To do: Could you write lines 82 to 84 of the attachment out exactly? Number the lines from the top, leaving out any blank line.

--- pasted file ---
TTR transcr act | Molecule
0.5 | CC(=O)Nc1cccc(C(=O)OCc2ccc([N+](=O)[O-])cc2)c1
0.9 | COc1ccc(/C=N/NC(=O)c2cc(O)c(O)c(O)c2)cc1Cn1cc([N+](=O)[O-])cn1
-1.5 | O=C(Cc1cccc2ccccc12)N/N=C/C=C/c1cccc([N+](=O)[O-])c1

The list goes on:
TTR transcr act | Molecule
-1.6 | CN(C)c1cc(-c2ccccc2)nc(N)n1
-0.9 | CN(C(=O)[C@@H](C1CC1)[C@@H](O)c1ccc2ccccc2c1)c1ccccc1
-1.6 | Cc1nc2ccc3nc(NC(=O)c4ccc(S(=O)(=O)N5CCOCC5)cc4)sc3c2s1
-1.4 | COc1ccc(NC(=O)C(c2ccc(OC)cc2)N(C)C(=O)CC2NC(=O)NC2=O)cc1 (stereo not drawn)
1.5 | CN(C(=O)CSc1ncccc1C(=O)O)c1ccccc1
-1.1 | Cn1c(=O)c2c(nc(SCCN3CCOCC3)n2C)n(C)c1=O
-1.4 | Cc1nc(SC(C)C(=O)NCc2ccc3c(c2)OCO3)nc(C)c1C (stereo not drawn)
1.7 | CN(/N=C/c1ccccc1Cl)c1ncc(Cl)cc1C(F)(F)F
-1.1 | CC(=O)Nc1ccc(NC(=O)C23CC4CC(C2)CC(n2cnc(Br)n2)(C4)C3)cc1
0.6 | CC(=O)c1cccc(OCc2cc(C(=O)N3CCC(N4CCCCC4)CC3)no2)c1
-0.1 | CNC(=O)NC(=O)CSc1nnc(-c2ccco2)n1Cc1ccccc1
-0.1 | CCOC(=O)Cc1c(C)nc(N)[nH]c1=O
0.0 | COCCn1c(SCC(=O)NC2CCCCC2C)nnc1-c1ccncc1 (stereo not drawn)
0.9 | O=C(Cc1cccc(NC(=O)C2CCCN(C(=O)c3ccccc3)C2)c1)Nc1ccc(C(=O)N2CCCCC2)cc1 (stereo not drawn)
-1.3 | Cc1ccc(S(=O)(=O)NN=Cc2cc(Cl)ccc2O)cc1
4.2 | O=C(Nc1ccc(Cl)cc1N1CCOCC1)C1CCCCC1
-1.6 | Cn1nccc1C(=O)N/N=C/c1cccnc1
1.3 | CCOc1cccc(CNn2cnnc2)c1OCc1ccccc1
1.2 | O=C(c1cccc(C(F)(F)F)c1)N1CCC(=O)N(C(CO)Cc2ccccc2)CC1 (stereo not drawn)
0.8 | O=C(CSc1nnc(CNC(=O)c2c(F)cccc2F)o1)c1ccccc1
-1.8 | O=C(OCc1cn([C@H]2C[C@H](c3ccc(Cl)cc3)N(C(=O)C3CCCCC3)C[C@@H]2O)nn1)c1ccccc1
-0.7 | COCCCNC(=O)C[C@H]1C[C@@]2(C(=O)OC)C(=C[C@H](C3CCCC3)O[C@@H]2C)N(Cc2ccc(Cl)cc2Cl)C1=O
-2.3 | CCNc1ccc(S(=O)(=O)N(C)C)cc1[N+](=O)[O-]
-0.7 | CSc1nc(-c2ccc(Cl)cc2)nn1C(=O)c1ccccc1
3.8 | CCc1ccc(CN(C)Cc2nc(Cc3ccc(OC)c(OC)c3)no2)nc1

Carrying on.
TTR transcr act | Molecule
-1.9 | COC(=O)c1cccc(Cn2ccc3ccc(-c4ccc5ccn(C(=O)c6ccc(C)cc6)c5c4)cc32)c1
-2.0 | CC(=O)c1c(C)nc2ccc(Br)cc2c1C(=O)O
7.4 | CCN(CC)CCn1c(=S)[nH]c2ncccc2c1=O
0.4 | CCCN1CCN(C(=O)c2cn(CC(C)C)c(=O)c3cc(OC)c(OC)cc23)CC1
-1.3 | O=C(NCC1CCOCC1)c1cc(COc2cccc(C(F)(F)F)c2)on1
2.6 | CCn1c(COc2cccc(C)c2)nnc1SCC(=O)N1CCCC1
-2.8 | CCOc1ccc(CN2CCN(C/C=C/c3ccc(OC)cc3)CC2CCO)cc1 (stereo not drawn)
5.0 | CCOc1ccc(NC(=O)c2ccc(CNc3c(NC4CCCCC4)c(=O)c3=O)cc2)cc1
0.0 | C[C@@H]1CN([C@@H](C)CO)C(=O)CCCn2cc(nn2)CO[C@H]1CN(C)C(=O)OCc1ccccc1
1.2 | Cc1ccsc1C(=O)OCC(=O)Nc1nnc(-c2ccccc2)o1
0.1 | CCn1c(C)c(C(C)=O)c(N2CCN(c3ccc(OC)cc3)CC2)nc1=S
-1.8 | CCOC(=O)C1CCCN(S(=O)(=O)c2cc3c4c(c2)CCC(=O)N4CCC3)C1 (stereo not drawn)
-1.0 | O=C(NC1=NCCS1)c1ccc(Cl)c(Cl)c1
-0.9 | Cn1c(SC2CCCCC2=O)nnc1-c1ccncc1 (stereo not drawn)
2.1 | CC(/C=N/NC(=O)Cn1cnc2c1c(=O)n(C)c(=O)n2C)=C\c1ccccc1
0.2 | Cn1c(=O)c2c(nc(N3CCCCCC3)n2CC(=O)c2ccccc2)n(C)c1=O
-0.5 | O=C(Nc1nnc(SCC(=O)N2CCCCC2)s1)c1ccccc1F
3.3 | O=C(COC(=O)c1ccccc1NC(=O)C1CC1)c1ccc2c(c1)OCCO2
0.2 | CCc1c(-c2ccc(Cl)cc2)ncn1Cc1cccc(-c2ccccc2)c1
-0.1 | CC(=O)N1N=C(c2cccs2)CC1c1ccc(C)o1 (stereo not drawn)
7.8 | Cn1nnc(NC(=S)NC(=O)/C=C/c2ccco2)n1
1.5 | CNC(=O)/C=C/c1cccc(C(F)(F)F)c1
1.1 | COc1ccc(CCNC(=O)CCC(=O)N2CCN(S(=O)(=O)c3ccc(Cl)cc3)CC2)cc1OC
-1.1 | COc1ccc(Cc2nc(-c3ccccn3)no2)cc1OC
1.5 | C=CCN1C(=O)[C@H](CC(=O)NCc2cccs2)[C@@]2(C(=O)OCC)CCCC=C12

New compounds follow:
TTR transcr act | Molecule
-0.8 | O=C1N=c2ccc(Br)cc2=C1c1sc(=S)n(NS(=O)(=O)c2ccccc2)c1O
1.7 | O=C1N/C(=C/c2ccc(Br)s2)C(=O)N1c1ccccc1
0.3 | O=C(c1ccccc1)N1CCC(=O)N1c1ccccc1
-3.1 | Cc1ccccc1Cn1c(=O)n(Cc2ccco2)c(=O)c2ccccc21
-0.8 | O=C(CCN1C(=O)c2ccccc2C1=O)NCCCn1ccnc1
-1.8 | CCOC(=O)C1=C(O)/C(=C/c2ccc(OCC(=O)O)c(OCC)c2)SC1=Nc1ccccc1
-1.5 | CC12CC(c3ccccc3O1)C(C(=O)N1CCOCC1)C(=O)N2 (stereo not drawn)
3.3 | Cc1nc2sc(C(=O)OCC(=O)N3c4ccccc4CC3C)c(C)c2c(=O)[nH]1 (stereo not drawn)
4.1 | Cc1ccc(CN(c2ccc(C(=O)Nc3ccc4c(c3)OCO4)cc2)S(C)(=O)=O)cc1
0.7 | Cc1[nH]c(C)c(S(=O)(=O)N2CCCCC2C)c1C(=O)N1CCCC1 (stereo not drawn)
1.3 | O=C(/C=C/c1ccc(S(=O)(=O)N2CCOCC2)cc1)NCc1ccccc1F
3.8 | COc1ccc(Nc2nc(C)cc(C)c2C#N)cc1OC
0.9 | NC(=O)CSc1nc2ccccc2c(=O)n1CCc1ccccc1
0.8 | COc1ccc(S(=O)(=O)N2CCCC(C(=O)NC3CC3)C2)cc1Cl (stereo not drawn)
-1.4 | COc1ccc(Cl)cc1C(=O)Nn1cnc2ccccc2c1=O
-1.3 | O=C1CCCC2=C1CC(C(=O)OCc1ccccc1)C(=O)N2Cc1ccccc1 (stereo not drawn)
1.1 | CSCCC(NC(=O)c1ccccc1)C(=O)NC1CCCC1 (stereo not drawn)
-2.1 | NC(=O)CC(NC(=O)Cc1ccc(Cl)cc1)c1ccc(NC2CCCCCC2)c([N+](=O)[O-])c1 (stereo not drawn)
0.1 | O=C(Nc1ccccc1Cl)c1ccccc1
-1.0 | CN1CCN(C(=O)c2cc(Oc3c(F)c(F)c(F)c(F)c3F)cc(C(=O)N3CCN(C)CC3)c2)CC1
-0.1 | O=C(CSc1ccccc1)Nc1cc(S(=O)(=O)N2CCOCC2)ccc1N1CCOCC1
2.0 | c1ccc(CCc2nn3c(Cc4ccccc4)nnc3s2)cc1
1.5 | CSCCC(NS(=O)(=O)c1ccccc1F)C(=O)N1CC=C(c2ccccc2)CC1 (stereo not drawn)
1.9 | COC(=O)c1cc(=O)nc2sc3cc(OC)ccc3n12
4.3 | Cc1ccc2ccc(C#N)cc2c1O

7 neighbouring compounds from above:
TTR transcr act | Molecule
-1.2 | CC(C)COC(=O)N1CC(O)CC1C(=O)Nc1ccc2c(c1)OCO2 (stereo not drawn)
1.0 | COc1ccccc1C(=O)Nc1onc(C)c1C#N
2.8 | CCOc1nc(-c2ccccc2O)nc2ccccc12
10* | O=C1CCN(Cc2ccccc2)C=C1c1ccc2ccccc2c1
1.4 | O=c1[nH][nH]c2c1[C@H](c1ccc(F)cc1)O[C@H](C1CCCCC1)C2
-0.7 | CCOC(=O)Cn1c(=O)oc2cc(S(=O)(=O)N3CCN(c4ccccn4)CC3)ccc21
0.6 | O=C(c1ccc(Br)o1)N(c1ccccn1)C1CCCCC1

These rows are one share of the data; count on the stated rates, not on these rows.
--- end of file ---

2.0 | c1ccc(CCc2nn3c(Cc4ccccc4)nnc3s2)cc1
1.5 | CSCCC(NS(=O)(=O)c1ccccc1F)C(=O)N1CC=C(c2ccccc2)CC1 (stereo not drawn)
1.9 | COC(=O)c1cc(=O)nc2sc3cc(OC)ccc3n12